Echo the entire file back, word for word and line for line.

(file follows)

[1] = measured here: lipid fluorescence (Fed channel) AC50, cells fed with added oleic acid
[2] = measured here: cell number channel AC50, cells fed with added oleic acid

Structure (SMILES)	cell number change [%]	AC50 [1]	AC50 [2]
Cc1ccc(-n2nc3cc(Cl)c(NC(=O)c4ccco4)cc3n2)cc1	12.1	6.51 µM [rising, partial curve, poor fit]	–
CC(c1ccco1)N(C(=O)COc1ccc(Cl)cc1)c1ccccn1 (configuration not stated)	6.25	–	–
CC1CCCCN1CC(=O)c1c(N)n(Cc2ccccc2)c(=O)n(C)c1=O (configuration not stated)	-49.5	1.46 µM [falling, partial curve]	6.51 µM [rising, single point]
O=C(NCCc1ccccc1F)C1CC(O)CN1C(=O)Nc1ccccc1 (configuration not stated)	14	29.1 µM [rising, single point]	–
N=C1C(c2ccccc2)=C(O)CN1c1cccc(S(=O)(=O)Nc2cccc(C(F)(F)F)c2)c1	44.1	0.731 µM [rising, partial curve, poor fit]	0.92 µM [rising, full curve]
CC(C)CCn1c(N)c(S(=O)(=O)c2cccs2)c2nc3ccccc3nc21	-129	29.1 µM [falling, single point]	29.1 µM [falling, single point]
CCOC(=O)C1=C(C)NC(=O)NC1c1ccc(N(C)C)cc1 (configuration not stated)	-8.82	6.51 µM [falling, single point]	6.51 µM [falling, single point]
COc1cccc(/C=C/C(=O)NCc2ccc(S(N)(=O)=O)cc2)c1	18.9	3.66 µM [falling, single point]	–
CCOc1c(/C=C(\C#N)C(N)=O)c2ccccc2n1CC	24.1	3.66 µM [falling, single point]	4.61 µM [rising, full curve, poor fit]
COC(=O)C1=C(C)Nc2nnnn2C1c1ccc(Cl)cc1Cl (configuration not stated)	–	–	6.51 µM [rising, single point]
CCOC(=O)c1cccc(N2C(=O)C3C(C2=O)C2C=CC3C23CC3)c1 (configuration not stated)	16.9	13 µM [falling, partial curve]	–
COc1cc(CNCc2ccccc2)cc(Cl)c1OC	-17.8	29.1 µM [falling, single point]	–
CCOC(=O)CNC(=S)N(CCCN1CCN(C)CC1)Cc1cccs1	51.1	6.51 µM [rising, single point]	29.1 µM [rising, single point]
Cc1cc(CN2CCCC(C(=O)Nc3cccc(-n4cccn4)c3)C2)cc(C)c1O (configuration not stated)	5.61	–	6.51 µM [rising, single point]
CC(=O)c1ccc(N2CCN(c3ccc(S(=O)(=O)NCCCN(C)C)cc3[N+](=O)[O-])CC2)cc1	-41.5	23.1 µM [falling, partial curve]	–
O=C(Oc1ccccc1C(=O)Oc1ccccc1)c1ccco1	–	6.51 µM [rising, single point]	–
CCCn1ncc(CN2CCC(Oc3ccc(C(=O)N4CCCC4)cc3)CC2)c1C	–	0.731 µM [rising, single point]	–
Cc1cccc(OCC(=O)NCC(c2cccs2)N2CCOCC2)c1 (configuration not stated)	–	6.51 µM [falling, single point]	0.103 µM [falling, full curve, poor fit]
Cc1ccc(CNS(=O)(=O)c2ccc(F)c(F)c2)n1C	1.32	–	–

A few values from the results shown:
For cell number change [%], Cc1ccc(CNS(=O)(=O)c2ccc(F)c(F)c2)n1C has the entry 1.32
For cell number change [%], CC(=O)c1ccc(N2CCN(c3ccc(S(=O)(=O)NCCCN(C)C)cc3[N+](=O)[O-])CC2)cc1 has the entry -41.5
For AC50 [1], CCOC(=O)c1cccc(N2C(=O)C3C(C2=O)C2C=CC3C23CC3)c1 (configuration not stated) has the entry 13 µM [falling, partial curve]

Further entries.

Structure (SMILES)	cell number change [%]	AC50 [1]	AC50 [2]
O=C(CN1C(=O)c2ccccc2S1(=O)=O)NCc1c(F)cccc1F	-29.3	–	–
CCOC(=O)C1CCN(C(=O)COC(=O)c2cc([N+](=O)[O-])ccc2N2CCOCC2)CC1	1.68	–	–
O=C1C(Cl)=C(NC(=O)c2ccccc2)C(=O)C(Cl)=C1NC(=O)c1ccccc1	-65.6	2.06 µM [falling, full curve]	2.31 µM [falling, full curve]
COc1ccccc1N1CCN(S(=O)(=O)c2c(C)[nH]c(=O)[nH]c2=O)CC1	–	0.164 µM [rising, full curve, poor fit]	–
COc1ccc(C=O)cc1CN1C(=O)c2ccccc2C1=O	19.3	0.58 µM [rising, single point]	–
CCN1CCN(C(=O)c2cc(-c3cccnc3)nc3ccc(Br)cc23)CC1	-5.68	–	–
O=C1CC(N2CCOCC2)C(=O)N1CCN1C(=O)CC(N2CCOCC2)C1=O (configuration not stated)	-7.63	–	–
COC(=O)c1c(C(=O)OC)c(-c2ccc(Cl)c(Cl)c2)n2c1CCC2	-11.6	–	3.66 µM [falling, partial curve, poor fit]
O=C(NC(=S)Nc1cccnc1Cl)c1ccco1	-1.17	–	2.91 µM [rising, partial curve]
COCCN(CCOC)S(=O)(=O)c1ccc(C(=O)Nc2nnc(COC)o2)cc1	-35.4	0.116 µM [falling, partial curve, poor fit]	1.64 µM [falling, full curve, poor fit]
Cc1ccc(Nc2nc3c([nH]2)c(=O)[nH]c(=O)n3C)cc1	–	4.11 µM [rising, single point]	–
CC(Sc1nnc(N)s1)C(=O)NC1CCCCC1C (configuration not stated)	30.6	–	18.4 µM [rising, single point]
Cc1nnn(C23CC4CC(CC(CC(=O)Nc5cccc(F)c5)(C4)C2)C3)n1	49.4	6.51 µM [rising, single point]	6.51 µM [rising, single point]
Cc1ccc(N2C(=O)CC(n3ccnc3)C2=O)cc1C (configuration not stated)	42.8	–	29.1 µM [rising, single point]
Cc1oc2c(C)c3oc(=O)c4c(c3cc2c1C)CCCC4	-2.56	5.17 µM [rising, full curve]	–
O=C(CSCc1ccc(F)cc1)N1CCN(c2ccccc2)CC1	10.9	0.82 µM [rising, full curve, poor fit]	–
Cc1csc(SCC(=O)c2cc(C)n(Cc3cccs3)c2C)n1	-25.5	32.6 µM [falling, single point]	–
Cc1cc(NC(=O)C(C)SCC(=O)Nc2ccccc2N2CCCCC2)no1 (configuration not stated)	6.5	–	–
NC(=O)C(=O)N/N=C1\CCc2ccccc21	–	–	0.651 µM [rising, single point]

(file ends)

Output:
[1] = measured here: lipid fluorescence (Fed channel) AC50, cells fed with added oleic acid
[2] = measured here: cell number channel AC50, cells fed with added oleic acid

Structure (SMILES)	cell number change [%]	AC50 [1]	AC50 [2]
Cc1ccc(-n2nc3cc(Cl)c(NC(=O)c4ccco4)cc3n2)cc1	12.1	6.51 µM [rising, partial curve, poor fit]	–
CC(c1ccco1)N(C(=O)COc1ccc(Cl)cc1)c1ccccn1 (configuration not stated)	6.25	–	–
CC1CCCCN1CC(=O)c1c(N)n(Cc2ccccc2)c(=O)n(C)c1=O (configuration not stated)	-49.5	1.46 µM [falling, partial curve]	6.51 µM [rising, single point]
O=C(NCCc1ccccc1F)C1CC(O)CN1C(=O)Nc1ccccc1 (configuration not stated)	14	29.1 µM [rising, single point]	–
N=C1C(c2ccccc2)=C(O)CN1c1cccc(S(=O)(=O)Nc2cccc(C(F)(F)F)c2)c1	44.1	0.731 µM [rising, partial curve, poor fit]	0.92 µM [rising, full curve]
CC(C)CCn1c(N)c(S(=O)(=O)c2cccs2)c2nc3ccccc3nc21	-129	29.1 µM [falling, single point]	29.1 µM [falling, single point]
CCOC(=O)C1=C(C)NC(=O)NC1c1ccc(N(C)C)cc1 (configuration not stated)	-8.82	6.51 µM [falling, single point]	6.51 µM [falling, single point]
COc1cccc(/C=C/C(=O)NCc2ccc(S(N)(=O)=O)cc2)c1	18.9	3.66 µM [falling, single point]	–
CCOc1c(/C=C(\C#N)C(N)=O)c2ccccc2n1CC	24.1	3.66 µM [falling, single point]	4.61 µM [rising, full curve, poor fit]
COC(=O)C1=C(C)Nc2nnnn2C1c1ccc(Cl)cc1Cl (configuration not stated)	–	–	6.51 µM [rising, single point]
CCOC(=O)c1cccc(N2C(=O)C3C(C2=O)C2C=CC3C23CC3)c1 (configuration not stated)	16.9	13 µM [falling, partial curve]	–
COc1cc(CNCc2ccccc2)cc(Cl)c1OC	-17.8	29.1 µM [falling, single point]	–
CCOC(=O)CNC(=S)N(CCCN1CCN(C)CC1)Cc1cccs1	51.1	6.51 µM [rising, single point]	29.1 µM [rising, single point]
Cc1cc(CN2CCCC(C(=O)Nc3cccc(-n4cccn4)c3)C2)cc(C)c1O (configuration not stated)	5.61	–	6.51 µM [rising, single point]
CC(=O)c1ccc(N2CCN(c3ccc(S(=O)(=O)NCCCN(C)C)cc3[N+](=O)[O-])CC2)cc1	-41.5	23.1 µM [falling, partial curve]	–
O=C(Oc1ccccc1C(=O)Oc1ccccc1)c1ccco1	–	6.51 µM [rising, single point]	–
CCCn1ncc(CN2CCC(Oc3ccc(C(=O)N4CCCC4)cc3)CC2)c1C	–	0.731 µM [rising, single point]	–
Cc1cccc(OCC(=O)NCC(c2cccs2)N2CCOCC2)c1 (configuration not stated)	–	6.51 µM [falling, single point]	0.103 µM [falling, full curve, poor fit]
Cc1ccc(CNS(=O)(=O)c2ccc(F)c(F)c2)n1C	1.32	–	–

A few values from the results shown:
For cell number change [%], Cc1ccc(CNS(=O)(=O)c2ccc(F)c(F)c2)n1C has the entry 1.32
For cell number change [%], CC(=O)c1ccc(N2CCN(c3ccc(S(=O)(=O)NCCCN(C)C)cc3[N+](=O)[O-])CC2)cc1 has the entry -41.5
For AC50 [1], CCOC(=O)c1cccc(N2C(=O)C3C(C2=O)C2C=CC3C23CC3)c1 (configuration not stated) has the entry 13 µM [falling, partial curve]

Further entries.

Structure (SMILES)	cell number change [%]	AC50 [1]	AC50 [2]
O=C(CN1C(=O)c2ccccc2S1(=O)=O)NCc1c(F)cccc1F	-29.3	–	–
CCOC(=O)C1CCN(C(=O)COC(=O)c2cc([N+](=O)[O-])ccc2N2CCOCC2)CC1	1.68	–	–
O=C1C(Cl)=C(NC(=O)c2ccccc2)C(=O)C(Cl)=C1NC(=O)c1ccccc1	-65.6	2.06 µM [falling, full curve]	2.31 µM [falling, full curve]
COc1ccccc1N1CCN(S(=O)(=O)c2c(C)[nH]c(=O)[nH]c2=O)CC1	–	0.164 µM [rising, full curve, poor fit]	–
COc1ccc(C=O)cc1CN1C(=O)c2ccccc2C1=O	19.3	0.58 µM [rising, single point]	–
CCN1CCN(C(=O)c2cc(-c3cccnc3)nc3ccc(Br)cc23)CC1	-5.68	–	–
O=C1CC(N2CCOCC2)C(=O)N1CCN1C(=O)CC(N2CCOCC2)C1=O (configuration not stated)	-7.63	–	–
COC(=O)c1c(C(=O)OC)c(-c2ccc(Cl)c(Cl)c2)n2c1CCC2	-11.6	–	3.66 µM [falling, partial curve, poor fit]
O=C(NC(=S)Nc1cccnc1Cl)c1ccco1	-1.17	–	2.91 µM [rising, partial curve]
COCCN(CCOC)S(=O)(=O)c1ccc(C(=O)Nc2nnc(COC)o2)cc1	-35.4	0.116 µM [falling, partial curve, poor fit]	1.64 µM [falling, full curve, poor fit]
Cc1ccc(Nc2nc3c([nH]2)c(=O)[nH]c(=O)n3C)cc1	–	4.11 µM [rising, single point]	–
CC(Sc1nnc(N)s1)C(=O)NC1CCCCC1C (configuration not stated)	30.6	–	18.4 µM [rising, single point]
Cc1nnn(C23CC4CC(CC(CC(=O)Nc5cccc(F)c5)(C4)C2)C3)n1	49.4	6.51 µM [rising, single point]	6.51 µM [rising, single point]
Cc1ccc(N2C(=O)CC(n3ccnc3)C2=O)cc1C (configuration not stated)	42.8	–	29.1 µM [rising, single point]
Cc1oc2c(C)c3oc(=O)c4c(c3cc2c1C)CCCC4	-2.56	5.17 µM [rising, full curve]	–
O=C(CSCc1ccc(F)cc1)N1CCN(c2ccccc2)CC1	10.9	0.82 µM [rising, full curve, poor fit]	–
Cc1csc(SCC(=O)c2cc(C)n(Cc3cccs3)c2C)n1	-25.5	32.6 µM [falling, single point]	–
Cc1cc(NC(=O)C(C)SCC(=O)Nc2ccccc2N2CCCCC2)no1 (configuration not stated)	6.5	–	–
NC(=O)C(=O)N/N=C1\CCc2ccccc21	–	–	0.651 µM [rising, single point]